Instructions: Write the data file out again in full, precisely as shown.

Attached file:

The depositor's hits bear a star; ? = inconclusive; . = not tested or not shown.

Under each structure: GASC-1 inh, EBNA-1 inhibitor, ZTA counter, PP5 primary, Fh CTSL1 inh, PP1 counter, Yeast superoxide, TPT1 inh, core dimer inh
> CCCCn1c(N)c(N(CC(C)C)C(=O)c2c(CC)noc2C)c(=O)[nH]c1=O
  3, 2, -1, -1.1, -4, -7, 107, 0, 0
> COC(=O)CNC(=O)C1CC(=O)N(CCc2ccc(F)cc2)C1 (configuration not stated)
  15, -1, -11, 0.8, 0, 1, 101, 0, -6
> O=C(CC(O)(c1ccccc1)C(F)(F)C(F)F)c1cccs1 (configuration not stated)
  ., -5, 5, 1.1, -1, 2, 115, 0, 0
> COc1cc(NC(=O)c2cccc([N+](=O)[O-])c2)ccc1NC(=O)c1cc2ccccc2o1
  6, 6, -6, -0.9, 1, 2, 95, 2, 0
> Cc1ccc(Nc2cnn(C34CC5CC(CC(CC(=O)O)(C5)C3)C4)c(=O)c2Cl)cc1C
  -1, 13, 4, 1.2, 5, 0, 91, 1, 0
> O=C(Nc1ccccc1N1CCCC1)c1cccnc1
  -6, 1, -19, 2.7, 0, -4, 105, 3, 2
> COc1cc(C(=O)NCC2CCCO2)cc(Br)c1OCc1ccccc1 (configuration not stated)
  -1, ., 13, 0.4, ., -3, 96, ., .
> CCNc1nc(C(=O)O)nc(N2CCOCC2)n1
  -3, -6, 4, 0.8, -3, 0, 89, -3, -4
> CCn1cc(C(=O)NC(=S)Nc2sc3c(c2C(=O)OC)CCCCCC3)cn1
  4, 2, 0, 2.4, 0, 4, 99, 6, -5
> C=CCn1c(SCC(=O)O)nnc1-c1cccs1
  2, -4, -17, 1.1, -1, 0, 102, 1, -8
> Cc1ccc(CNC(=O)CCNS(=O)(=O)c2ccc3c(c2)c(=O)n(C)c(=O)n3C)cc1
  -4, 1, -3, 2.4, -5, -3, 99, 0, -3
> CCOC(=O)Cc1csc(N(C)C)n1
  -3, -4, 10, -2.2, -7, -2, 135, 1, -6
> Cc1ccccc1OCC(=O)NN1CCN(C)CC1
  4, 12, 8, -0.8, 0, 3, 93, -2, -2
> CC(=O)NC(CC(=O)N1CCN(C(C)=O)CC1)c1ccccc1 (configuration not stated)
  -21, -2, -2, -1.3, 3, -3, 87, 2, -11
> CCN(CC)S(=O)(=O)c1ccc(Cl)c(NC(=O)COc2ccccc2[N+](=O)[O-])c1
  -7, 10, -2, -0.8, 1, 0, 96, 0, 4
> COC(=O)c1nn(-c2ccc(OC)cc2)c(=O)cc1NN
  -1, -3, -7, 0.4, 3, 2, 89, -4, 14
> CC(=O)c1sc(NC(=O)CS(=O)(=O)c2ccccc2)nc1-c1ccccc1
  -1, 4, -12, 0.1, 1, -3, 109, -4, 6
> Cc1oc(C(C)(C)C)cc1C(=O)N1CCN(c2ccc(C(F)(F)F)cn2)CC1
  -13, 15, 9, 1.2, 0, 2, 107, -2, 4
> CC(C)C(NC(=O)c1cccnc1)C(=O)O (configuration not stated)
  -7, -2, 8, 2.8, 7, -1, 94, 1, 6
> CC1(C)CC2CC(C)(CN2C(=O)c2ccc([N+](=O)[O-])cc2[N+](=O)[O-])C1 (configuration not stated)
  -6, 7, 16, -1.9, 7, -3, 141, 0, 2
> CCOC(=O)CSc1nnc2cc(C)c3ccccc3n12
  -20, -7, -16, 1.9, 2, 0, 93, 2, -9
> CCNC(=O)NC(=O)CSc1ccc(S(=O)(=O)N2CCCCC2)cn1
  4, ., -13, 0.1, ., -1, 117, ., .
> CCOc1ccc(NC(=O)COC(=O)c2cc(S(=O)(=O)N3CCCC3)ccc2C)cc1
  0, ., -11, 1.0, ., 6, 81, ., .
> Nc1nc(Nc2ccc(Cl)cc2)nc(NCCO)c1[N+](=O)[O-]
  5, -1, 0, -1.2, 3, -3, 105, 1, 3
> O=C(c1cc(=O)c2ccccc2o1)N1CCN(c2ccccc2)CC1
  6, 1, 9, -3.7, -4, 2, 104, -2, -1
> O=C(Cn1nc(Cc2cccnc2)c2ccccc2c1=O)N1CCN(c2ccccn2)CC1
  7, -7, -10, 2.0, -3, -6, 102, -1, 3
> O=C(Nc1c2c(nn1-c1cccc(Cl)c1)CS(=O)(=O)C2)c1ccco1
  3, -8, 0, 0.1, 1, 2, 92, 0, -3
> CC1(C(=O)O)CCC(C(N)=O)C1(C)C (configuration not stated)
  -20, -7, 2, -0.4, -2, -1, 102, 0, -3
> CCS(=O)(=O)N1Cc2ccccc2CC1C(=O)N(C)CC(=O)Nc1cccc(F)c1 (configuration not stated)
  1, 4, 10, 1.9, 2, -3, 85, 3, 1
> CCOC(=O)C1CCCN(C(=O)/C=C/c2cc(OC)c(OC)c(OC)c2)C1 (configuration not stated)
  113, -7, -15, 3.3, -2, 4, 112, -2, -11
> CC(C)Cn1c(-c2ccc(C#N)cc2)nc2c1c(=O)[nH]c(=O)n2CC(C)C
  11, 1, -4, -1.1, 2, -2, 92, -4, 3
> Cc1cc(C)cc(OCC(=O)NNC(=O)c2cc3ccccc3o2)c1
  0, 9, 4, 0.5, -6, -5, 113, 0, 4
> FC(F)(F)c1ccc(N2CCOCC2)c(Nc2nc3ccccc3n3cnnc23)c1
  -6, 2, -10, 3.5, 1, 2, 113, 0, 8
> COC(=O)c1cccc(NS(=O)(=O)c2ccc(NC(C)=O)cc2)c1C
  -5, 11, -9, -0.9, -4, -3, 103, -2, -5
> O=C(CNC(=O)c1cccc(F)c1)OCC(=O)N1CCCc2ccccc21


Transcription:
The depositor's hits bear a star; ? = inconclusive; . = not tested or not shown.

Under each structure: GASC-1 inh, EBNA-1 inhibitor, ZTA counter, PP5 primary, Fh CTSL1 inh, PP1 counter, Yeast superoxide, TPT1 inh, core dimer inh
> CCCCn1c(N)c(N(CC(C)C)C(=O)c2c(CC)noc2C)c(=O)[nH]c1=O
  3, 2, -1, -1.1, -4, -7, 107, 0, 0
> COC(=O)CNC(=O)C1CC(=O)N(CCc2ccc(F)cc2)C1 (configuration not stated)
  15, -1, -11, 0.8, 0, 1, 101, 0, -6
> O=C(CC(O)(c1ccccc1)C(F)(F)C(F)F)c1cccs1 (configuration not stated)
  ., -5, 5, 1.1, -1, 2, 115, 0, 0
> COc1cc(NC(=O)c2cccc([N+](=O)[O-])c2)ccc1NC(=O)c1cc2ccccc2o1
  6, 6, -6, -0.9, 1, 2, 95, 2, 0
> Cc1ccc(Nc2cnn(C34CC5CC(CC(CC(=O)O)(C5)C3)C4)c(=O)c2Cl)cc1C
  -1, 13, 4, 1.2, 5, 0, 91, 1, 0
> O=C(Nc1ccccc1N1CCCC1)c1cccnc1
  -6, 1, -19, 2.7, 0, -4, 105, 3, 2
> COc1cc(C(=O)NCC2CCCO2)cc(Br)c1OCc1ccccc1 (configuration not stated)
  -1, ., 13, 0.4, ., -3, 96, ., .
> CCNc1nc(C(=O)O)nc(N2CCOCC2)n1
  -3, -6, 4, 0.8, -3, 0, 89, -3, -4
> CCn1cc(C(=O)NC(=S)Nc2sc3c(c2C(=O)OC)CCCCCC3)cn1
  4, 2, 0, 2.4, 0, 4, 99, 6, -5
> C=CCn1c(SCC(=O)O)nnc1-c1cccs1
  2, -4, -17, 1.1, -1, 0, 102, 1, -8
> Cc1ccc(CNC(=O)CCNS(=O)(=O)c2ccc3c(c2)c(=O)n(C)c(=O)n3C)cc1
  -4, 1, -3, 2.4, -5, -3, 99, 0, -3
> CCOC(=O)Cc1csc(N(C)C)n1
  -3, -4, 10, -2.2, -7, -2, 135, 1, -6
> Cc1ccccc1OCC(=O)NN1CCN(C)CC1
  4, 12, 8, -0.8, 0, 3, 93, -2, -2
> CC(=O)NC(CC(=O)N1CCN(C(C)=O)CC1)c1ccccc1 (configuration not stated)
  -21, -2, -2, -1.3, 3, -3, 87, 2, -11
> CCN(CC)S(=O)(=O)c1ccc(Cl)c(NC(=O)COc2ccccc2[N+](=O)[O-])c1
  -7, 10, -2, -0.8, 1, 0, 96, 0, 4
> COC(=O)c1nn(-c2ccc(OC)cc2)c(=O)cc1NN
  -1, -3, -7, 0.4, 3, 2, 89, -4, 14
> CC(=O)c1sc(NC(=O)CS(=O)(=O)c2ccccc2)nc1-c1ccccc1
  -1, 4, -12, 0.1, 1, -3, 109, -4, 6
> Cc1oc(C(C)(C)C)cc1C(=O)N1CCN(c2ccc(C(F)(F)F)cn2)CC1
  -13, 15, 9, 1.2, 0, 2, 107, -2, 4
> CC(C)C(NC(=O)c1cccnc1)C(=O)O (configuration not stated)
  -7, -2, 8, 2.8, 7, -1, 94, 1, 6
> CC1(C)CC2CC(C)(CN2C(=O)c2ccc([N+](=O)[O-])cc2[N+](=O)[O-])C1 (configuration not stated)
  -6, 7, 16, -1.9, 7, -3, 141, 0, 2
> CCOC(=O)CSc1nnc2cc(C)c3ccccc3n12
  -20, -7, -16, 1.9, 2, 0, 93, 2, -9
> CCNC(=O)NC(=O)CSc1ccc(S(=O)(=O)N2CCCCC2)cn1
  4, ., -13, 0.1, ., -1, 117, ., .
> CCOc1ccc(NC(=O)COC(=O)c2cc(S(=O)(=O)N3CCCC3)ccc2C)cc1
  0, ., -11, 1.0, ., 6, 81, ., .
> Nc1nc(Nc2ccc(Cl)cc2)nc(NCCO)c1[N+](=O)[O-]
  5, -1, 0, -1.2, 3, -3, 105, 1, 3
> O=C(c1cc(=O)c2ccccc2o1)N1CCN(c2ccccc2)CC1
  6, 1, 9, -3.7, -4, 2, 104, -2, -1
> O=C(Cn1nc(Cc2cccnc2)c2ccccc2c1=O)N1CCN(c2ccccn2)CC1
  7, -7, -10, 2.0, -3, -6, 102, -1, 3
> O=C(Nc1c2c(nn1-c1cccc(Cl)c1)CS(=O)(=O)C2)c1ccco1
  3, -8, 0, 0.1, 1, 2, 92, 0, -3
> CC1(C(=O)O)CCC(C(N)=O)C1(C)C (configuration not stated)
  -20, -7, 2, -0.4, -2, -1, 102, 0, -3
> CCS(=O)(=O)N1Cc2ccccc2CC1C(=O)N(C)CC(=O)Nc1cccc(F)c1 (configuration not stated)
  1, 4, 10, 1.9, 2, -3, 85, 3, 1
> CCOC(=O)C1CCCN(C(=O)/C=C/c2cc(OC)c(OC)c(OC)c2)C1 (configuration not stated)
  113, -7, -15, 3.3, -2, 4, 112, -2, -11
> CC(C)Cn1c(-c2ccc(C#N)cc2)nc2c1c(=O)[nH]c(=O)n2CC(C)C
  11, 1, -4, -1.1, 2, -2, 92, -4, 3
> Cc1cc(C)cc(OCC(=O)NNC(=O)c2cc3ccccc3o2)c1
  0, 9, 4, 0.5, -6, -5, 113, 0, 4
> FC(F)(F)c1ccc(N2CCOCC2)c(Nc2nc3ccccc3n3cnnc23)c1
  -6, 2, -10, 3.5, 1, 2, 113, 0, 8
> COC(=O)c1cccc(NS(=O)(=O)c2ccc(NC(C)=O)cc2)c1C
  -5, 11, -9, -0.9, -4, -3, 103, -2, -5
> O=C(CNC(=O)c1cccc(F)c1)OCC(=O)N1CCCc2ccccc21